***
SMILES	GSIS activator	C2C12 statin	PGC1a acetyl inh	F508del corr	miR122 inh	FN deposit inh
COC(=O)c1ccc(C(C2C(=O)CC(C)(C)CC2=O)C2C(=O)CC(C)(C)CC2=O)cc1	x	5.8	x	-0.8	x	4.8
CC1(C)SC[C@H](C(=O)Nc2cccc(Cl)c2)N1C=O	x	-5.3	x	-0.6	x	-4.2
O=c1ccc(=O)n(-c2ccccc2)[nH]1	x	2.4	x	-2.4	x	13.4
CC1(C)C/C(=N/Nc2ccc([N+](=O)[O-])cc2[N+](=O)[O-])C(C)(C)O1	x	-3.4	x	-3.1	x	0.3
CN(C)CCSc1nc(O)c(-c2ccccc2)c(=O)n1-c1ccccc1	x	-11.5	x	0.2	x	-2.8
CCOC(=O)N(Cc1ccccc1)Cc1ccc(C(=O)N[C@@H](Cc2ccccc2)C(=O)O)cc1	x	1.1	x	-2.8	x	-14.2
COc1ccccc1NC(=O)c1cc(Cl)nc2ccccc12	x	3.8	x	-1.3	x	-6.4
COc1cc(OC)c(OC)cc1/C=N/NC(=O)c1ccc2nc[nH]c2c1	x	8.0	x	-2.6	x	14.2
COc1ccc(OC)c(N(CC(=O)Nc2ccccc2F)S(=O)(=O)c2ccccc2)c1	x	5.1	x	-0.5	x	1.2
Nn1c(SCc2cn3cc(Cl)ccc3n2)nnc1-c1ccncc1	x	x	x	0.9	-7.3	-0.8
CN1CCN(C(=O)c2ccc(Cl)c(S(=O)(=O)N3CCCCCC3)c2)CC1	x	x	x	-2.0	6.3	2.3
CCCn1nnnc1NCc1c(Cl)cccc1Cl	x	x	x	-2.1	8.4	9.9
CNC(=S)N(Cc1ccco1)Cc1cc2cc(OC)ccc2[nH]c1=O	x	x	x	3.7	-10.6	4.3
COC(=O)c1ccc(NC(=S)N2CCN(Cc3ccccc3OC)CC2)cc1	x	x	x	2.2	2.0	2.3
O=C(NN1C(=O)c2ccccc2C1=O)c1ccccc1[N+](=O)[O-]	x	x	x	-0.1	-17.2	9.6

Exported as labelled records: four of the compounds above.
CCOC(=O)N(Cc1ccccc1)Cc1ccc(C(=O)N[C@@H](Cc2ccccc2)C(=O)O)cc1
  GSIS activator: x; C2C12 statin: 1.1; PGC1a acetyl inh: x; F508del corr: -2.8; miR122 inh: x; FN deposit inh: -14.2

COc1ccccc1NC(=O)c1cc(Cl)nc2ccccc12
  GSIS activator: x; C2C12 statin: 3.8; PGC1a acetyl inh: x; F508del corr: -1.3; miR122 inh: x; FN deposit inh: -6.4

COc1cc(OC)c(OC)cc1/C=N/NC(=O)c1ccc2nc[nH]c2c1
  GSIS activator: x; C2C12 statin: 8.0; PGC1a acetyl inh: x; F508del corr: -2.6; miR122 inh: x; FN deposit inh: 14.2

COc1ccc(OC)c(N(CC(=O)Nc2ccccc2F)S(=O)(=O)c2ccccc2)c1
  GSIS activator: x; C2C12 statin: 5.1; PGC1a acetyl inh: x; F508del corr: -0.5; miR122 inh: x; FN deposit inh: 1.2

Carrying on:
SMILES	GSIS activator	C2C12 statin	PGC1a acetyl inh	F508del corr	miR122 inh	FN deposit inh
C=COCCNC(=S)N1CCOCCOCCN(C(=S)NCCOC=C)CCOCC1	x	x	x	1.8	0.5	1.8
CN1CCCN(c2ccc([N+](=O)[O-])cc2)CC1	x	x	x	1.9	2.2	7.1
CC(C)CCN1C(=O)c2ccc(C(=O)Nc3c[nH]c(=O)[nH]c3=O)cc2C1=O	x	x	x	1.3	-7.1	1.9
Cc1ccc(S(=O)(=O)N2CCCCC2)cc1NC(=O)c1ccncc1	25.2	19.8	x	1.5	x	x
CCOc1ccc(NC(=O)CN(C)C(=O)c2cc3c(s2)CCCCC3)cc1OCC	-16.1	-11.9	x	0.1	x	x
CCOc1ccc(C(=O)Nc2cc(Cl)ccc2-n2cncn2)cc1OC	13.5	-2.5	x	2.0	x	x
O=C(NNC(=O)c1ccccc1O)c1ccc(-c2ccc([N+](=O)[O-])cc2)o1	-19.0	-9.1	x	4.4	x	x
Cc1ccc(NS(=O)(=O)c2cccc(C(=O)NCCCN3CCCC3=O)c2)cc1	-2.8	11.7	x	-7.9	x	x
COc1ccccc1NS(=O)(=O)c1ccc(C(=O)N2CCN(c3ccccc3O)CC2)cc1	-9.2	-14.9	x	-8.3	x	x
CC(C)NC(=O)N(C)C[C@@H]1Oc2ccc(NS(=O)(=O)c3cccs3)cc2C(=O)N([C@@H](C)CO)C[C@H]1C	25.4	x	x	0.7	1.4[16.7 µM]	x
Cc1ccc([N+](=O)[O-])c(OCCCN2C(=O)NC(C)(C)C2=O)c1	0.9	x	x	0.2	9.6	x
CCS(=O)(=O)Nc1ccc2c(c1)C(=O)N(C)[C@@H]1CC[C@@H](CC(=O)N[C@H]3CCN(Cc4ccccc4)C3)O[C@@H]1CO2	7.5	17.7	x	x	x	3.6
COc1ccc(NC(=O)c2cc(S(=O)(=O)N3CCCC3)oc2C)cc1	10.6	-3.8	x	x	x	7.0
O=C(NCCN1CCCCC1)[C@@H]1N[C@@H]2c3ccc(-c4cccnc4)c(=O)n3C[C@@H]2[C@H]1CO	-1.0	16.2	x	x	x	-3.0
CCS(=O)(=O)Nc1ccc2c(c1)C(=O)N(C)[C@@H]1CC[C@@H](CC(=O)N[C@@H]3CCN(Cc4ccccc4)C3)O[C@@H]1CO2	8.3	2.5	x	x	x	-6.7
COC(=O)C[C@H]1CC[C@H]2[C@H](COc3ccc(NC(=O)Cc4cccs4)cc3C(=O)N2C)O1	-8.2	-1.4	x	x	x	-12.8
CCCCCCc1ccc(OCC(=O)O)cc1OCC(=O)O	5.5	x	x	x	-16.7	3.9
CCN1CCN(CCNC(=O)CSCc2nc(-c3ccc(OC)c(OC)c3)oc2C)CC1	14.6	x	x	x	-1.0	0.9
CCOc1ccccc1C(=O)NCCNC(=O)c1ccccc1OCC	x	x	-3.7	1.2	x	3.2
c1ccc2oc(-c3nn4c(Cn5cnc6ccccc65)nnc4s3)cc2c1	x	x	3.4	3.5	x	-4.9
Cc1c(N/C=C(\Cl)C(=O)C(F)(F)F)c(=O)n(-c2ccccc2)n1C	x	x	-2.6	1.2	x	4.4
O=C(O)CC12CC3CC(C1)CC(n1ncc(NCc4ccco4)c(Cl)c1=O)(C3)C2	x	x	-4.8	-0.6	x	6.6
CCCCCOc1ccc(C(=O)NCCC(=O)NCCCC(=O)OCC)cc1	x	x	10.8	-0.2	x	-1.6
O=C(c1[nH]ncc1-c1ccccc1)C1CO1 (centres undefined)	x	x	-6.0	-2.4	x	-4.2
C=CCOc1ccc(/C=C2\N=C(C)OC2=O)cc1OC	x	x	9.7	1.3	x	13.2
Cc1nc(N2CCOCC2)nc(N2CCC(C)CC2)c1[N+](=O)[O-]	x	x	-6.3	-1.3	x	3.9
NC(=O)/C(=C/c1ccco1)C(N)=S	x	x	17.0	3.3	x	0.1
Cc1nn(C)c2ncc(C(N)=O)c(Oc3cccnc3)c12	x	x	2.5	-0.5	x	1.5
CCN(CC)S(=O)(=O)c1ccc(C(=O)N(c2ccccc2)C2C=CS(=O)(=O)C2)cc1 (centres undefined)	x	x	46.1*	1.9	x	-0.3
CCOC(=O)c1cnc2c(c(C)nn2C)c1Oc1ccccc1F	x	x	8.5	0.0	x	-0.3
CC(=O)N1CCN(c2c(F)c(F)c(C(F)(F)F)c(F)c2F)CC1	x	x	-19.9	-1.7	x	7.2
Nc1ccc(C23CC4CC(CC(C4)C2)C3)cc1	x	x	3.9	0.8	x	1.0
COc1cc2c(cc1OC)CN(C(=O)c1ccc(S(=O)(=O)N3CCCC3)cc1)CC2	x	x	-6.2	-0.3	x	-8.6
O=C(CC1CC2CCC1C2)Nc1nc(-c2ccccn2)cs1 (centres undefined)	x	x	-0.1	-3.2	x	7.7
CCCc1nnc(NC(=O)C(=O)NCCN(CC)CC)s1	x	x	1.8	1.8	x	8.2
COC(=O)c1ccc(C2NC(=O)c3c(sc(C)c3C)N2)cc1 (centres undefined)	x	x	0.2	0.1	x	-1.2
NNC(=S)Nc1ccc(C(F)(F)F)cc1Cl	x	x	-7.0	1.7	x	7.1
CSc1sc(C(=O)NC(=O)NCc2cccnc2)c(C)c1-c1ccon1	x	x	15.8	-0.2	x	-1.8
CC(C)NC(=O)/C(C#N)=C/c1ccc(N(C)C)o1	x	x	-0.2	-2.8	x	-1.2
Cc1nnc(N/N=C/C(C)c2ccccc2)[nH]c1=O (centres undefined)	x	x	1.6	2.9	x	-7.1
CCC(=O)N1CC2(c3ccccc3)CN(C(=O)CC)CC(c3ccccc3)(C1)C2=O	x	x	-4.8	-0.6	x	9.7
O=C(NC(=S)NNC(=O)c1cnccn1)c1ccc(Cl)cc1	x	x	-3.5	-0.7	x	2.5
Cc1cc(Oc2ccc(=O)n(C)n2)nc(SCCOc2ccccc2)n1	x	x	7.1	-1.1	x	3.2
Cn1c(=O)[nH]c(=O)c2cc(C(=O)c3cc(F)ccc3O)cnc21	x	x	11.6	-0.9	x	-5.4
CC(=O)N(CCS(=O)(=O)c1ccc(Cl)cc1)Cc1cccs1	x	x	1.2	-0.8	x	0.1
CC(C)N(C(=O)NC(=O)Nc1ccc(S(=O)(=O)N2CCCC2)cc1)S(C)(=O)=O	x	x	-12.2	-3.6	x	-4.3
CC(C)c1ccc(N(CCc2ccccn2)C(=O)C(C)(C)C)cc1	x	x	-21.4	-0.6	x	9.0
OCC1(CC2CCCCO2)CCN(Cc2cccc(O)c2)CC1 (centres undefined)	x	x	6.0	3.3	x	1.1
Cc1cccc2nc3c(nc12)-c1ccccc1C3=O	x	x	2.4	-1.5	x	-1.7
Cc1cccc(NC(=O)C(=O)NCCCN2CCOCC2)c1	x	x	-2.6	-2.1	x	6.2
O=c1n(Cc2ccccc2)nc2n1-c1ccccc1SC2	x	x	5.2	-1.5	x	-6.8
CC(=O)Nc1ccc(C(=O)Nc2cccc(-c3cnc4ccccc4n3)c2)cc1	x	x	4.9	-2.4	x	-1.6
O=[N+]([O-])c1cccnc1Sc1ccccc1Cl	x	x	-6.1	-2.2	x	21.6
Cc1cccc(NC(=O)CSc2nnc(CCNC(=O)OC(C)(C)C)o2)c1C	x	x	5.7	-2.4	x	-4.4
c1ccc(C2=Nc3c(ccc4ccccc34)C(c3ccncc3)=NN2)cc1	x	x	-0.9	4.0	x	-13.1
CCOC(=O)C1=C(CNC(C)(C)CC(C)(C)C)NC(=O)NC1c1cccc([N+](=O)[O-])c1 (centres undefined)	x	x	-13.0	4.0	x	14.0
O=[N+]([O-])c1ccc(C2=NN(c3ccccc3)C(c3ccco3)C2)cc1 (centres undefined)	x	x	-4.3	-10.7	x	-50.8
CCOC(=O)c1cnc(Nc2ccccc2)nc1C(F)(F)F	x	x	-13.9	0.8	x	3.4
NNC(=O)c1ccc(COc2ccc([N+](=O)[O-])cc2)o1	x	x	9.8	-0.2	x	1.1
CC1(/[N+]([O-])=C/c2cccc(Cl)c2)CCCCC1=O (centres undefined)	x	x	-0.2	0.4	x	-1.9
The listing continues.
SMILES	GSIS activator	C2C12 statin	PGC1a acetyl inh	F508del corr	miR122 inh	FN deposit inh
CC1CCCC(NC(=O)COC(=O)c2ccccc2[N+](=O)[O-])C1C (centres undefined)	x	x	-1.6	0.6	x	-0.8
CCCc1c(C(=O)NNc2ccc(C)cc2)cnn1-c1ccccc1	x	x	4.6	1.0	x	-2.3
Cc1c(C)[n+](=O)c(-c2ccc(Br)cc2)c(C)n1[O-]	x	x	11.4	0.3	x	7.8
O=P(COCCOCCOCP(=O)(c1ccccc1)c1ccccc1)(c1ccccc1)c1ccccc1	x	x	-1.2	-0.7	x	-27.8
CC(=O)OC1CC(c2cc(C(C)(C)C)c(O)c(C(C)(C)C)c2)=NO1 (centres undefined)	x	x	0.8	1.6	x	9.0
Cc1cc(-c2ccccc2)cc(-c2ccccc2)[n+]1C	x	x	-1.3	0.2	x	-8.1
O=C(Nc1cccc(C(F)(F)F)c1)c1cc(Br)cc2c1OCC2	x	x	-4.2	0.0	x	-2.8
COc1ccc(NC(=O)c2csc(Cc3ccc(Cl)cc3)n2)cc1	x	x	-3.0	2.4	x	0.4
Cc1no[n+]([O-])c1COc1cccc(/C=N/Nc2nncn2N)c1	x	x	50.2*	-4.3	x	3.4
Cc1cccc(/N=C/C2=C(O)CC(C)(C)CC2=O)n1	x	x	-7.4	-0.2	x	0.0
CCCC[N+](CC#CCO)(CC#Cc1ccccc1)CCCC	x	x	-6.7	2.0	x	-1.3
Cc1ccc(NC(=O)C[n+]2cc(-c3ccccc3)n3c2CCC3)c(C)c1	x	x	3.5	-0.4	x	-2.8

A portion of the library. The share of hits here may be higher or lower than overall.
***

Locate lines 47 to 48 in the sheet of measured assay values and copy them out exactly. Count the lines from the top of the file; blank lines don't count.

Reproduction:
c1ccc2oc(-c3nn4c(Cn5cnc6ccccc65)nnc4s3)cc2c1	x	x	3.4	3.5	x	-4.9
Cc1c(N/C=C(\Cl)C(=O)C(F)(F)F)c(=O)n(-c2ccccc2)n1C	x	x	-2.6	1.2	x	4.4